Heart risk factors vary greatly among Asian immigrants
Asian immigrants in the United States are a widely diverse group with heart health risk factors that vary depending on where they are from, new research shows.
It's the first study to divide Asian Americans into subgroups to see how their risk factors for heart disease differ from their U.S.-born white peers. Researchers found immigrants from the Indian subcontinent were more likely to be overweight or obese and less likely to have high blood pressure. Southeast Asians were more likely to have high cholesterol. And both groups were more likely to report having diabetes and being physically inactive, but were less likely to smoke than their white counterparts.
The study was presented Friday at the American Heart Association's Scientific Sessions, which is being held virtually. It is considered preliminary until published in a peer-reviewed journal.
"Providers caring for Asians should consider the immigrant's specific region of birth to understand the health behaviors and cultural beliefs that influence their health outcomes," said lead investigator Binu Koirala, an assistant professor at the Johns Hopkins School of Nursing. "They need to provide tailored and culturally informed care to improve the cardiovascular health of this diverse population."
Asian Americans represent the fastest-growing racial or ethnic group in the United States during the past decade, according to the U.S. Census Bureau. As of 2019, there were 22.8 million Asian Americans, a 29% increase since 2010. They have origins in countries such as China, India, Japan, Korea, Malaysia, Pakistan, Thailand and Vietnam. But most research studies lump them into a single group.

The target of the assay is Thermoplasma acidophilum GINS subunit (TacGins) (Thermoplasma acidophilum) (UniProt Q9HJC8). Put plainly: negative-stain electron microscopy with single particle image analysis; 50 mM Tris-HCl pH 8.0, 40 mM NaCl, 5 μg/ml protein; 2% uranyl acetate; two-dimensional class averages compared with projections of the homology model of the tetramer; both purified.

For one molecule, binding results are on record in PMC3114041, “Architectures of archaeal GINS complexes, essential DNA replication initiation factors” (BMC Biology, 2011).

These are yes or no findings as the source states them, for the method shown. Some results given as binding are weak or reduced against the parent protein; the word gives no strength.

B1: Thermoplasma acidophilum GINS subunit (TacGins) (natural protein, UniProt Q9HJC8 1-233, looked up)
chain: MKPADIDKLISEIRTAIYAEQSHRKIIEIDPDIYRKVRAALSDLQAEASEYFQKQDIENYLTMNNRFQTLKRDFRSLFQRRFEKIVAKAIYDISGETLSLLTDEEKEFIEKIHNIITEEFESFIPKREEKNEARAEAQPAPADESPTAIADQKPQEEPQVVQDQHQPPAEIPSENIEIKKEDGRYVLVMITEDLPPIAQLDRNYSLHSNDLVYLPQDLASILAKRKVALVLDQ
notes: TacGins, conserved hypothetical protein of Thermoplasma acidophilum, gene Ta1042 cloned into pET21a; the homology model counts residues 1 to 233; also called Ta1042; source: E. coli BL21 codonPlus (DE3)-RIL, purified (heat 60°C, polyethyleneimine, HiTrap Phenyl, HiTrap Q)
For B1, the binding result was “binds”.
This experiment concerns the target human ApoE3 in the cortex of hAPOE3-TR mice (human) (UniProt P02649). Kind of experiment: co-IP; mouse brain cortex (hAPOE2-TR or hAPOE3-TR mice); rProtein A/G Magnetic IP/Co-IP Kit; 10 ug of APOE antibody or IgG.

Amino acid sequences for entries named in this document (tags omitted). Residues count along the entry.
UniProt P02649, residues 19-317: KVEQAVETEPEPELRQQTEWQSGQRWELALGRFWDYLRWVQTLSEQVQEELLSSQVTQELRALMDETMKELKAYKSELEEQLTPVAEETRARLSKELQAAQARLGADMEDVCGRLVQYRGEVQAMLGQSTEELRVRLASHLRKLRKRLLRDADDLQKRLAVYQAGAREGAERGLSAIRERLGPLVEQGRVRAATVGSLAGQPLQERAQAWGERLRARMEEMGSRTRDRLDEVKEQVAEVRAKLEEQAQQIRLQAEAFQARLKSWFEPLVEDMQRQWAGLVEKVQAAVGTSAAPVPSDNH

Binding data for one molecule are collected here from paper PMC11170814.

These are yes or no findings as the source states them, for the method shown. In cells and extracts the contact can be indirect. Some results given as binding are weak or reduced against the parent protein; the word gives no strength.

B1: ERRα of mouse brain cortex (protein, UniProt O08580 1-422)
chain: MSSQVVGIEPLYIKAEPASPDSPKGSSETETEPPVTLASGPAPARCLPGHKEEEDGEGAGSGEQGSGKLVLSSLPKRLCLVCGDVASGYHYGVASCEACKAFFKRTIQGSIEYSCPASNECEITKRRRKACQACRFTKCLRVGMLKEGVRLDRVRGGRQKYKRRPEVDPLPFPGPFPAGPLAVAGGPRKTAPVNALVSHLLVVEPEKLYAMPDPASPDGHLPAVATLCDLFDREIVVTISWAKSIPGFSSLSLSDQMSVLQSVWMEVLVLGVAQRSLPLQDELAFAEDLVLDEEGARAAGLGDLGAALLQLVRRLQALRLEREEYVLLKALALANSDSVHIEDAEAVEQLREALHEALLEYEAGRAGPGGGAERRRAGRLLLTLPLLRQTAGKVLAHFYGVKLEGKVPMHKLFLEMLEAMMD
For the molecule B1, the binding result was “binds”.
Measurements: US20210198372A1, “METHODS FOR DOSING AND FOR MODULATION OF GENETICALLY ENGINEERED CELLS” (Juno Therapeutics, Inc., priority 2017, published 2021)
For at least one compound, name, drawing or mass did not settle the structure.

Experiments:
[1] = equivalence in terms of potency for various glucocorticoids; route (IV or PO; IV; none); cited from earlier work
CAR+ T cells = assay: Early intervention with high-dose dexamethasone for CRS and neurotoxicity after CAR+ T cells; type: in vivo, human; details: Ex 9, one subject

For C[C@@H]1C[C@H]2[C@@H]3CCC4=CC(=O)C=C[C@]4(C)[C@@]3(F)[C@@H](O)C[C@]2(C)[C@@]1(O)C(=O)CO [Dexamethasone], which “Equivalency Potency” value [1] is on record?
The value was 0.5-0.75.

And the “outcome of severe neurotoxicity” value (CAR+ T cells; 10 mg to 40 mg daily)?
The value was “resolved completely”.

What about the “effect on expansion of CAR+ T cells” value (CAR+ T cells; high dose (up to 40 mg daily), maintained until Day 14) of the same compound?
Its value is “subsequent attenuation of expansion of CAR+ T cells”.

Koirala and her team looked at health data for more than 500,000 U.S. adults from 2010 to 2018, including nearly 34,000 Asian immigrants. Of those immigrants, 26% came from the Indian subcontinent, 45% from Southeast Asia and 29% from the rest of Asia. They found substantial differences in heart disease risk factors, particularly when it came to diabetes.
The prevalence of diabetes among white adults was 9.5%, compared to 16.1% for those immigrating from the Indian subcontinent, the study showed. Among Southeast Asians, 13.1% had diabetes versus just 7.6% among other Asians.
Diabetes is considered one of the biggest controllable risk factors for heart disease—and one of the deadliest. Adults with diabetes are up to four times more likely to die from heart disease than those who don't have diabetes.
"While the authors have noted important differences across these Asian groups, there's still more to do," said Dr. Latha Palaniappan, co-founder of the Stanford Center for Asian Health Research and Education in California.
For example, the subgroups included in this study may have been limited by the data currently available, she said. "The Indian subcontinent group stretches from Afghanistan to Tibet. That's 2 billion people. Obviously, that's still a very diverse group. Further data needs to be collected to understand the trends in these very large subgroups."
Palaniappan, who was not involved in the study, said Asian subgroups should be oversampled in national data sets, as researchers have done with Hispanic and Black people, to provide more stable results for these diverse groups.
Koirala agreed there's a need to increase specificity in data collection. "As we move to more personalized models of health care, disaggregating data based on racial and ethnic characteristics is increasingly important," she said. "This will require a more granular approach to collecting data, as well as ensuring that this information does not drive stereotyping and stigmatizing behaviors."
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